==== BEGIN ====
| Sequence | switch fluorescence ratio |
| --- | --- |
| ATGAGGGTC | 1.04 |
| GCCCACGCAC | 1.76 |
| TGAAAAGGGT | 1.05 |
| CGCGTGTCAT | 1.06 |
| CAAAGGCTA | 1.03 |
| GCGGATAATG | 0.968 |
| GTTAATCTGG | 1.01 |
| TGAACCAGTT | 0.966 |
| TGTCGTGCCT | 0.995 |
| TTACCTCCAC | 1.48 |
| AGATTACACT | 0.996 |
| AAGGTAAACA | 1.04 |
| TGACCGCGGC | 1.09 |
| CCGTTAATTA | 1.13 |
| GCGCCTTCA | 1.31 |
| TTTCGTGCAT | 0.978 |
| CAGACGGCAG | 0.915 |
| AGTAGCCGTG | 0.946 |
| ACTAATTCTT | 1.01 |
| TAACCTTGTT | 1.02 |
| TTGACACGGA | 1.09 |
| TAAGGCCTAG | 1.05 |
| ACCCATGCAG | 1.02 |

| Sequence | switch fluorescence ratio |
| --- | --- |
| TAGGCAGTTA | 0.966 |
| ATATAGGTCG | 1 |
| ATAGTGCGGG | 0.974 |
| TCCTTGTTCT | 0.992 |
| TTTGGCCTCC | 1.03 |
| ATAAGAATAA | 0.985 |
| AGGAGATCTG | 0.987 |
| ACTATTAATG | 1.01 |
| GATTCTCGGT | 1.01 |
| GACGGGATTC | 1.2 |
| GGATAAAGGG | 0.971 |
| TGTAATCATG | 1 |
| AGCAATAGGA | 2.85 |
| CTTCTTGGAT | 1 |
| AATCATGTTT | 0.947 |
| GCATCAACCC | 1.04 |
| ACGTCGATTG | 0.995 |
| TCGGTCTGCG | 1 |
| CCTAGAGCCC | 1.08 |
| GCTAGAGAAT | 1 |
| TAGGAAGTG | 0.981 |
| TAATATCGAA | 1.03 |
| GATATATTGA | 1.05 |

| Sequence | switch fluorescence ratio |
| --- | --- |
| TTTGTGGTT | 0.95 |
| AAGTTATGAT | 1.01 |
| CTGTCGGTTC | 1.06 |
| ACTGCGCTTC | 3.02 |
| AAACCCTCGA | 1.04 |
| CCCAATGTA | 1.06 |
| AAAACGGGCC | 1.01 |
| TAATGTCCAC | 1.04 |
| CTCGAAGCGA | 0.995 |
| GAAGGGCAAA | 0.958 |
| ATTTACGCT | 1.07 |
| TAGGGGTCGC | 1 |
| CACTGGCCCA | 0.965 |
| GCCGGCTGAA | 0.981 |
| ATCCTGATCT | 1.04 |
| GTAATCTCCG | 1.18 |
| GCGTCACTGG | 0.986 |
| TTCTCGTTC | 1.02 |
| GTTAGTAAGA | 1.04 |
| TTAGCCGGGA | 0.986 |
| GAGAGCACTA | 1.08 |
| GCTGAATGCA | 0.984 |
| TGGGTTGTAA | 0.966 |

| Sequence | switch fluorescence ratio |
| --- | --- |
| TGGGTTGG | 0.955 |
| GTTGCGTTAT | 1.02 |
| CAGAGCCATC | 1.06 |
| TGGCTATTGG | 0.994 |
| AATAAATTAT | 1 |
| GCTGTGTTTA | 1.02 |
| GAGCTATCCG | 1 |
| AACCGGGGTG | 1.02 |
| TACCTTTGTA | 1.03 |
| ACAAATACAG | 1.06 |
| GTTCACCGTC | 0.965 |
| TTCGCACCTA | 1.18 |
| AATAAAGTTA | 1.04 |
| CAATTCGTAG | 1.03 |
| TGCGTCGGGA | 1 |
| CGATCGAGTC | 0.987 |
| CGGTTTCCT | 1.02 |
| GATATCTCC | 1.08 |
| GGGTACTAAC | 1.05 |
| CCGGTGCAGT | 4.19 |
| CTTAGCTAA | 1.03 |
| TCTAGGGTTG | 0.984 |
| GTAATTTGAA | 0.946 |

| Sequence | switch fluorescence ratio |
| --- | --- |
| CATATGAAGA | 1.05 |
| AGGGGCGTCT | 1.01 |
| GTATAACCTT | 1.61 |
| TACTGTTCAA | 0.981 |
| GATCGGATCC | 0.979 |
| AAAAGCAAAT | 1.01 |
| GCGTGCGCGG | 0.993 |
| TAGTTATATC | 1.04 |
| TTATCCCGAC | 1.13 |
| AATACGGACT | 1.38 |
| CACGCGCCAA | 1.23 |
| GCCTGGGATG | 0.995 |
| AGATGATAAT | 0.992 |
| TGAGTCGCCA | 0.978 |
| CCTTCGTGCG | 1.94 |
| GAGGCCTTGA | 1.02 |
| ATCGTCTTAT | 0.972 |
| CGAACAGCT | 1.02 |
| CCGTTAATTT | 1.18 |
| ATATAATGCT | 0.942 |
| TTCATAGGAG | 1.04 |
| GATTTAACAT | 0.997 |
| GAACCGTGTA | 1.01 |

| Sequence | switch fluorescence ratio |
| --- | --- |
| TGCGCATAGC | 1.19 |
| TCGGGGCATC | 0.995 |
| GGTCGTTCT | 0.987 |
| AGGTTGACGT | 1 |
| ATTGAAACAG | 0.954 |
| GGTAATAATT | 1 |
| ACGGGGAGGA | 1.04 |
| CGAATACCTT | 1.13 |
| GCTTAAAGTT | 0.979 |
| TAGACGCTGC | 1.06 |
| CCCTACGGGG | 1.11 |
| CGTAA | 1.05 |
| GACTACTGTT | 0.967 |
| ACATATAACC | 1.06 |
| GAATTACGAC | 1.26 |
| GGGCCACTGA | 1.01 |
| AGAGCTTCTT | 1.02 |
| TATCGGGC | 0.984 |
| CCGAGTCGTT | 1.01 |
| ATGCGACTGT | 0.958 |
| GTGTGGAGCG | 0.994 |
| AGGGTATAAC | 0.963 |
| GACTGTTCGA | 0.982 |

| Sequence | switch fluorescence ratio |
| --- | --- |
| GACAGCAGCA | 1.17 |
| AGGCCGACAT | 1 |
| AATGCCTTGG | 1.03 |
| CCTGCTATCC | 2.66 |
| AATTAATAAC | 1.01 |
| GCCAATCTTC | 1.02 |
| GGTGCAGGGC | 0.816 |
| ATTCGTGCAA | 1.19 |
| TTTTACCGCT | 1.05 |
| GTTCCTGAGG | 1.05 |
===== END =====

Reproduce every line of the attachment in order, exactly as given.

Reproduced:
| Sequence | switch fluorescence ratio |
| --- | --- |
| ATGAGGGTC | 1.04 |
| GCCCACGCAC | 1.76 |
| TGAAAAGGGT | 1.05 |
| CGCGTGTCAT | 1.06 |
| CAAAGGCTA | 1.03 |
| GCGGATAATG | 0.968 |
| GTTAATCTGG | 1.01 |
| TGAACCAGTT | 0.966 |
| TGTCGTGCCT | 0.995 |
| TTACCTCCAC | 1.48 |
| AGATTACACT | 0.996 |
| AAGGTAAACA | 1.04 |
| TGACCGCGGC | 1.09 |
| CCGTTAATTA | 1.13 |
| GCGCCTTCA | 1.31 |
| TTTCGTGCAT | 0.978 |
| CAGACGGCAG | 0.915 |
| AGTAGCCGTG | 0.946 |
| ACTAATTCTT | 1.01 |
| TAACCTTGTT | 1.02 |
| TTGACACGGA | 1.09 |
| TAAGGCCTAG | 1.05 |
| ACCCATGCAG | 1.02 |

| Sequence | switch fluorescence ratio |
| --- | --- |
| TAGGCAGTTA | 0.966 |
| ATATAGGTCG | 1 |
| ATAGTGCGGG | 0.974 |
| TCCTTGTTCT | 0.992 |
| TTTGGCCTCC | 1.03 |
| ATAAGAATAA | 0.985 |
| AGGAGATCTG | 0.987 |
| ACTATTAATG | 1.01 |
| GATTCTCGGT | 1.01 |
| GACGGGATTC | 1.2 |
| GGATAAAGGG | 0.971 |
| TGTAATCATG | 1 |
| AGCAATAGGA | 2.85 |
| CTTCTTGGAT | 1 |
| AATCATGTTT | 0.947 |
| GCATCAACCC | 1.04 |
| ACGTCGATTG | 0.995 |
| TCGGTCTGCG | 1 |
| CCTAGAGCCC | 1.08 |
| GCTAGAGAAT | 1 |
| TAGGAAGTG | 0.981 |
| TAATATCGAA | 1.03 |
| GATATATTGA | 1.05 |

| Sequence | switch fluorescence ratio |
| --- | --- |
| TTTGTGGTT | 0.95 |
| AAGTTATGAT | 1.01 |
| CTGTCGGTTC | 1.06 |
| ACTGCGCTTC | 3.02 |
| AAACCCTCGA | 1.04 |
| CCCAATGTA | 1.06 |
| AAAACGGGCC | 1.01 |
| TAATGTCCAC | 1.04 |
| CTCGAAGCGA | 0.995 |
| GAAGGGCAAA | 0.958 |
| ATTTACGCT | 1.07 |
| TAGGGGTCGC | 1 |
| CACTGGCCCA | 0.965 |
| GCCGGCTGAA | 0.981 |
| ATCCTGATCT | 1.04 |
| GTAATCTCCG | 1.18 |
| GCGTCACTGG | 0.986 |
| TTCTCGTTC | 1.02 |
| GTTAGTAAGA | 1.04 |
| TTAGCCGGGA | 0.986 |
| GAGAGCACTA | 1.08 |
| GCTGAATGCA | 0.984 |
| TGGGTTGTAA | 0.966 |

| Sequence | switch fluorescence ratio |
| --- | --- |
| TGGGTTGG | 0.955 |
| GTTGCGTTAT | 1.02 |
| CAGAGCCATC | 1.06 |
| TGGCTATTGG | 0.994 |
| AATAAATTAT | 1 |
| GCTGTGTTTA | 1.02 |
| GAGCTATCCG | 1 |
| AACCGGGGTG | 1.02 |
| TACCTTTGTA | 1.03 |
| ACAAATACAG | 1.06 |
| GTTCACCGTC | 0.965 |
| TTCGCACCTA | 1.18 |
| AATAAAGTTA | 1.04 |
| CAATTCGTAG | 1.03 |
| TGCGTCGGGA | 1 |
| CGATCGAGTC | 0.987 |
| CGGTTTCCT | 1.02 |
| GATATCTCC | 1.08 |
| GGGTACTAAC | 1.05 |
| CCGGTGCAGT | 4.19 |
| CTTAGCTAA | 1.03 |
| TCTAGGGTTG | 0.984 |
| GTAATTTGAA | 0.946 |

| Sequence | switch fluorescence ratio |
| --- | --- |
| CATATGAAGA | 1.05 |
| AGGGGCGTCT | 1.01 |
| GTATAACCTT | 1.61 |
| TACTGTTCAA | 0.981 |
| GATCGGATCC | 0.979 |
| AAAAGCAAAT | 1.01 |
| GCGTGCGCGG | 0.993 |
| TAGTTATATC | 1.04 |
| TTATCCCGAC | 1.13 |
| AATACGGACT | 1.38 |
| CACGCGCCAA | 1.23 |
| GCCTGGGATG | 0.995 |
| AGATGATAAT | 0.992 |
| TGAGTCGCCA | 0.978 |
| CCTTCGTGCG | 1.94 |
| GAGGCCTTGA | 1.02 |
| ATCGTCTTAT | 0.972 |
| CGAACAGCT | 1.02 |
| CCGTTAATTT | 1.18 |
| ATATAATGCT | 0.942 |
| TTCATAGGAG | 1.04 |
| GATTTAACAT | 0.997 |
| GAACCGTGTA | 1.01 |

| Sequence | switch fluorescence ratio |
| --- | --- |
| TGCGCATAGC | 1.19 |
| TCGGGGCATC | 0.995 |
| GGTCGTTCT | 0.987 |
| AGGTTGACGT | 1 |
| ATTGAAACAG | 0.954 |
| GGTAATAATT | 1 |
| ACGGGGAGGA | 1.04 |
| CGAATACCTT | 1.13 |
| GCTTAAAGTT | 0.979 |
| TAGACGCTGC | 1.06 |
| CCCTACGGGG | 1.11 |
| CGTAA | 1.05 |
| GACTACTGTT | 0.967 |
| ACATATAACC | 1.06 |
| GAATTACGAC | 1.26 |
| GGGCCACTGA | 1.01 |
| AGAGCTTCTT | 1.02 |
| TATCGGGC | 0.984 |
| CCGAGTCGTT | 1.01 |
| ATGCGACTGT | 0.958 |
| GTGTGGAGCG | 0.994 |
| AGGGTATAAC | 0.963 |
| GACTGTTCGA | 0.982 |

| Sequence | switch fluorescence ratio |
| --- | --- |
| GACAGCAGCA | 1.17 |
| AGGCCGACAT | 1 |
| AATGCCTTGG | 1.03 |
| CCTGCTATCC | 2.66 |
| AATTAATAAC | 1.01 |
| GCCAATCTTC | 1.02 |
| GGTGCAGGGC | 0.816 |
| ATTCGTGCAA | 1.19 |
| TTTTACCGCT | 1.05 |
| GTTCCTGAGG | 1.05 |